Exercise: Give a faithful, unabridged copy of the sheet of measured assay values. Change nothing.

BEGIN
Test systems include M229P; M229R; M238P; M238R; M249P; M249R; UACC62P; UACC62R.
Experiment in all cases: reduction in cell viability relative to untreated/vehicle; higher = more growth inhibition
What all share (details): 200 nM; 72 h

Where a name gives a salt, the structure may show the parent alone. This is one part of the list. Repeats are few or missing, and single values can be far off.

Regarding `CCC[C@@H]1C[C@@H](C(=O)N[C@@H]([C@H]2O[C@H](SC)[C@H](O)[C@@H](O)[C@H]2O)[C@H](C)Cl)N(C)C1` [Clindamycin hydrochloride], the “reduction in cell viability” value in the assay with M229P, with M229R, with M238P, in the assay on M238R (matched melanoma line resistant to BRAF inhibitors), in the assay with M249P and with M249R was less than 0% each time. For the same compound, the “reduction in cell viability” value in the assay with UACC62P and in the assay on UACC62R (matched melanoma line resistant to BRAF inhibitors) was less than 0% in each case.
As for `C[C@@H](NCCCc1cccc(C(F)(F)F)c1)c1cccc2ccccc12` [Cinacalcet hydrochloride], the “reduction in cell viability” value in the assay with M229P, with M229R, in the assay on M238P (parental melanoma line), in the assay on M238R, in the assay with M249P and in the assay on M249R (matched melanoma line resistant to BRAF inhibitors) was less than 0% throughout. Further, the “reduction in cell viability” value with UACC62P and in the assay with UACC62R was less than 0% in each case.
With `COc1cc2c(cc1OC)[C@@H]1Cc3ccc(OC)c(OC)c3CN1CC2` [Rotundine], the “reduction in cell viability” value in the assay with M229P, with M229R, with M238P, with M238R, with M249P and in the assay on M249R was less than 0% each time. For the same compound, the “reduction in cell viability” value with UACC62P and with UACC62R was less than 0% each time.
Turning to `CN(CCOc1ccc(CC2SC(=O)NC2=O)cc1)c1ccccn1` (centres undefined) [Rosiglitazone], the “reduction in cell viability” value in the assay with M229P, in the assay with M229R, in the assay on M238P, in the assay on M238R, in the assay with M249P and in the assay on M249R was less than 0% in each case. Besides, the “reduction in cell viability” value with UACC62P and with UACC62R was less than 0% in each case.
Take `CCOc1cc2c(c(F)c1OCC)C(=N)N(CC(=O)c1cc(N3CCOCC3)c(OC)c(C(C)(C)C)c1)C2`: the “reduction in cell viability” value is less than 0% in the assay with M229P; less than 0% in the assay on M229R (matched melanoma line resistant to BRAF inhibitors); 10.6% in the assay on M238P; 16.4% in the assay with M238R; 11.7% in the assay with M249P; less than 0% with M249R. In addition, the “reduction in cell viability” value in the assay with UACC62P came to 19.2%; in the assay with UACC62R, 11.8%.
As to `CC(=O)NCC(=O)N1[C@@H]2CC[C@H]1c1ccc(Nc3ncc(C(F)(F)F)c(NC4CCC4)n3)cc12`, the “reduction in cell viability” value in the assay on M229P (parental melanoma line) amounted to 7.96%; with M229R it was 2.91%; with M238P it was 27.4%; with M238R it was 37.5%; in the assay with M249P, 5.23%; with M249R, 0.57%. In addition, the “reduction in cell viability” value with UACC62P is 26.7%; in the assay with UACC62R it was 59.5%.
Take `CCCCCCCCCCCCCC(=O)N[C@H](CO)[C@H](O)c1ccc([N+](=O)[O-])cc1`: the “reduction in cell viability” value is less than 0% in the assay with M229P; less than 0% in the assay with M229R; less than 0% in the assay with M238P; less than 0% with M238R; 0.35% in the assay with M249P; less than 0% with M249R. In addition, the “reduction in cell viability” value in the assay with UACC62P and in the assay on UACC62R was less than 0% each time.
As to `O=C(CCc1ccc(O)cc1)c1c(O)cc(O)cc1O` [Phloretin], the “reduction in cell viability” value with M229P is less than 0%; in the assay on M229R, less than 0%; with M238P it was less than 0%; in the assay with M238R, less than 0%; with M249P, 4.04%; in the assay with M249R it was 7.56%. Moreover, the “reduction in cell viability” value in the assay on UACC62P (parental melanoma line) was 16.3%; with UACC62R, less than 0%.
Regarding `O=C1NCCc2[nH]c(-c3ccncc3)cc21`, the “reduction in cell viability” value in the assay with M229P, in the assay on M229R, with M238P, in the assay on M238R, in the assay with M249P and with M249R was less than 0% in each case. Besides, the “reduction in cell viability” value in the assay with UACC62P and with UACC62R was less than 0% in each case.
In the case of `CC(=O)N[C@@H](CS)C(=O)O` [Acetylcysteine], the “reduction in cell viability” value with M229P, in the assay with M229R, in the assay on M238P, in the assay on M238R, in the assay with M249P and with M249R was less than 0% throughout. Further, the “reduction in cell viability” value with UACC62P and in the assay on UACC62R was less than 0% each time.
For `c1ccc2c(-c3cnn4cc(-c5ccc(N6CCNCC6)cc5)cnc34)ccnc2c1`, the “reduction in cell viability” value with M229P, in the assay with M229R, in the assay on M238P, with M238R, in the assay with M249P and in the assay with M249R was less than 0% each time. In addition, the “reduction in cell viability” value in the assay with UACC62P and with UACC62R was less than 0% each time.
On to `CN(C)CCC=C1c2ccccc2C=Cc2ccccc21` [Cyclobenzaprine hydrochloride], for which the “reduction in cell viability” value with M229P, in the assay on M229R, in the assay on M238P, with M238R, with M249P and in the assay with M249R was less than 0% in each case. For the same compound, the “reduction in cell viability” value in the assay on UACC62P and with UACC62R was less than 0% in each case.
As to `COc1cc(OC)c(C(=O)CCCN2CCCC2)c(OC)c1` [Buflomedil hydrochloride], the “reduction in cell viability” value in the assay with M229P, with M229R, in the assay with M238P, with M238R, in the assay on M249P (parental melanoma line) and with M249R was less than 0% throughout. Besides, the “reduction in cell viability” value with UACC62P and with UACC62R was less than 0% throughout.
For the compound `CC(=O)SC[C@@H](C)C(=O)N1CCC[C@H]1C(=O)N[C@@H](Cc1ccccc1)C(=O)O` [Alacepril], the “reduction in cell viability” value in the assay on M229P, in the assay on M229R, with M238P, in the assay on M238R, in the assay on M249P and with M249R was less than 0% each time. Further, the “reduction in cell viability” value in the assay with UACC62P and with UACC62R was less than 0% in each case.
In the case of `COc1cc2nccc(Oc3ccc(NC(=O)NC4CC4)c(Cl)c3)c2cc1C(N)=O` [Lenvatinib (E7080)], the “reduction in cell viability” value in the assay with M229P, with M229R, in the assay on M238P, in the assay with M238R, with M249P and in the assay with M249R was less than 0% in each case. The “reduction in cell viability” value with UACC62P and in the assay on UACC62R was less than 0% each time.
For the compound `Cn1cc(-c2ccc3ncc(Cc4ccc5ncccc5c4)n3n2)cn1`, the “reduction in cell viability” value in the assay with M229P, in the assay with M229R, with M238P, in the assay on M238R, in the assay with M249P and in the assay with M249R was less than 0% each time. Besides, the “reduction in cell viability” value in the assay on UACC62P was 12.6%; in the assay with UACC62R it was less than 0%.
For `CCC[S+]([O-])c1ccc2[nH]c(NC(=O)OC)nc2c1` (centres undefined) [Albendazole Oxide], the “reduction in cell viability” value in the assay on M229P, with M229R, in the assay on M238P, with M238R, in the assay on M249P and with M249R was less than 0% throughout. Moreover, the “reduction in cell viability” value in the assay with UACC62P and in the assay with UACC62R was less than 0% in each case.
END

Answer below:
Test systems include M229P; M229R; M238P; M238R; M249P; M249R; UACC62P; UACC62R.
Experiment in all cases: reduction in cell viability relative to untreated/vehicle; higher = more growth inhibition
What all share (details): 200 nM; 72 h

Where a name gives a salt, the structure may show the parent alone. This is one part of the list. Repeats are few or missing, and single values can be far off.

Regarding `CCC[C@@H]1C[C@@H](C(=O)N[C@@H]([C@H]2O[C@H](SC)[C@H](O)[C@@H](O)[C@H]2O)[C@H](C)Cl)N(C)C1` [Clindamycin hydrochloride], the “reduction in cell viability” value in the assay with M229P, with M229R, with M238P, in the assay on M238R (matched melanoma line resistant to BRAF inhibitors), in the assay with M249P and with M249R was less than 0% each time. For the same compound, the “reduction in cell viability” value in the assay with UACC62P and in the assay on UACC62R (matched melanoma line resistant to BRAF inhibitors) was less than 0% in each case.
As for `C[C@@H](NCCCc1cccc(C(F)(F)F)c1)c1cccc2ccccc12` [Cinacalcet hydrochloride], the “reduction in cell viability” value in the assay with M229P, with M229R, in the assay on M238P (parental melanoma line), in the assay on M238R, in the assay with M249P and in the assay on M249R (matched melanoma line resistant to BRAF inhibitors) was less than 0% throughout. Further, the “reduction in cell viability” value with UACC62P and in the assay with UACC62R was less than 0% in each case.
With `COc1cc2c(cc1OC)[C@@H]1Cc3ccc(OC)c(OC)c3CN1CC2` [Rotundine], the “reduction in cell viability” value in the assay with M229P, with M229R, with M238P, with M238R, with M249P and in the assay on M249R was less than 0% each time. For the same compound, the “reduction in cell viability” value with UACC62P and with UACC62R was less than 0% each time.
Turning to `CN(CCOc1ccc(CC2SC(=O)NC2=O)cc1)c1ccccn1` (centres undefined) [Rosiglitazone], the “reduction in cell viability” value in the assay with M229P, in the assay with M229R, in the assay on M238P, in the assay on M238R, in the assay with M249P and in the assay on M249R was less than 0% in each case. Besides, the “reduction in cell viability” value with UACC62P and with UACC62R was less than 0% in each case.
Take `CCOc1cc2c(c(F)c1OCC)C(=N)N(CC(=O)c1cc(N3CCOCC3)c(OC)c(C(C)(C)C)c1)C2`: the “reduction in cell viability” value is less than 0% in the assay with M229P; less than 0% in the assay on M229R (matched melanoma line resistant to BRAF inhibitors); 10.6% in the assay on M238P; 16.4% in the assay with M238R; 11.7% in the assay with M249P; less than 0% with M249R. In addition, the “reduction in cell viability” value in the assay with UACC62P came to 19.2%; in the assay with UACC62R, 11.8%.
As to `CC(=O)NCC(=O)N1[C@@H]2CC[C@H]1c1ccc(Nc3ncc(C(F)(F)F)c(NC4CCC4)n3)cc12`, the “reduction in cell viability” value in the assay on M229P (parental melanoma line) amounted to 7.96%; with M229R it was 2.91%; with M238P it was 27.4%; with M238R it was 37.5%; in the assay with M249P, 5.23%; with M249R, 0.57%. In addition, the “reduction in cell viability” value with UACC62P is 26.7%; in the assay with UACC62R it was 59.5%.
Take `CCCCCCCCCCCCCC(=O)N[C@H](CO)[C@H](O)c1ccc([N+](=O)[O-])cc1`: the “reduction in cell viability” value is less than 0% in the assay with M229P; less than 0% in the assay with M229R; less than 0% in the assay with M238P; less than 0% with M238R; 0.35% in the assay with M249P; less than 0% with M249R. In addition, the “reduction in cell viability” value in the assay with UACC62P and in the assay on UACC62R was less than 0% each time.
As to `O=C(CCc1ccc(O)cc1)c1c(O)cc(O)cc1O` [Phloretin], the “reduction in cell viability” value with M229P is less than 0%; in the assay on M229R, less than 0%; with M238P it was less than 0%; in the assay with M238R, less than 0%; with M249P, 4.04%; in the assay with M249R it was 7.56%. Moreover, the “reduction in cell viability” value in the assay on UACC62P (parental melanoma line) was 16.3%; with UACC62R, less than 0%.
Regarding `O=C1NCCc2[nH]c(-c3ccncc3)cc21`, the “reduction in cell viability” value in the assay with M229P, in the assay on M229R, with M238P, in the assay on M238R, in the assay with M249P and with M249R was less than 0% in each case. Besides, the “reduction in cell viability” value in the assay with UACC62P and with UACC62R was less than 0% in each case.
In the case of `CC(=O)N[C@@H](CS)C(=O)O` [Acetylcysteine], the “reduction in cell viability” value with M229P, in the assay with M229R, in the assay on M238P, in the assay on M238R, in the assay with M249P and with M249R was less than 0% throughout. Further, the “reduction in cell viability” value with UACC62P and in the assay on UACC62R was less than 0% each time.
For `c1ccc2c(-c3cnn4cc(-c5ccc(N6CCNCC6)cc5)cnc34)ccnc2c1`, the “reduction in cell viability” value with M229P, in the assay with M229R, in the assay on M238P, with M238R, in the assay with M249P and in the assay with M249R was less than 0% each time. In addition, the “reduction in cell viability” value in the assay with UACC62P and with UACC62R was less than 0% each time.
On to `CN(C)CCC=C1c2ccccc2C=Cc2ccccc21` [Cyclobenzaprine hydrochloride], for which the “reduction in cell viability” value with M229P, in the assay on M229R, in the assay on M238P, with M238R, with M249P and in the assay with M249R was less than 0% in each case. For the same compound, the “reduction in cell viability” value in the assay on UACC62P and with UACC62R was less than 0% in each case.
As to `COc1cc(OC)c(C(=O)CCCN2CCCC2)c(OC)c1` [Buflomedil hydrochloride], the “reduction in cell viability” value in the assay with M229P, with M229R, in the assay with M238P, with M238R, in the assay on M249P (parental melanoma line) and with M249R was less than 0% throughout. Besides, the “reduction in cell viability” value with UACC62P and with UACC62R was less than 0% throughout.
For the compound `CC(=O)SC[C@@H](C)C(=O)N1CCC[C@H]1C(=O)N[C@@H](Cc1ccccc1)C(=O)O` [Alacepril], the “reduction in cell viability” value in the assay on M229P, in the assay on M229R, with M238P, in the assay on M238R, in the assay on M249P and with M249R was less than 0% each time. Further, the “reduction in cell viability” value in the assay with UACC62P and with UACC62R was less than 0% in each case.
In the case of `COc1cc2nccc(Oc3ccc(NC(=O)NC4CC4)c(Cl)c3)c2cc1C(N)=O` [Lenvatinib (E7080)], the “reduction in cell viability” value in the assay with M229P, with M229R, in the assay on M238P, in the assay with M238R, with M249P and in the assay with M249R was less than 0% in each case. The “reduction in cell viability” value with UACC62P and in the assay on UACC62R was less than 0% each time.
For the compound `Cn1cc(-c2ccc3ncc(Cc4ccc5ncccc5c4)n3n2)cn1`, the “reduction in cell viability” value in the assay with M229P, in the assay with M229R, with M238P, in the assay on M238R, in the assay with M249P and in the assay with M249R was less than 0% each time. Besides, the “reduction in cell viability” value in the assay on UACC62P was 12.6%; in the assay with UACC62R it was less than 0%.
For `CCC[S+]([O-])c1ccc2[nH]c(NC(=O)OC)nc2c1` (centres undefined) [Albendazole Oxide], the “reduction in cell viability” value in the assay on M229P, with M229R, in the assay on M238P, with M238R, in the assay on M249P and with M249R was less than 0% throughout. Moreover, the “reduction in cell viability” value in the assay with UACC62P and in the assay with UACC62R was less than 0% in each case.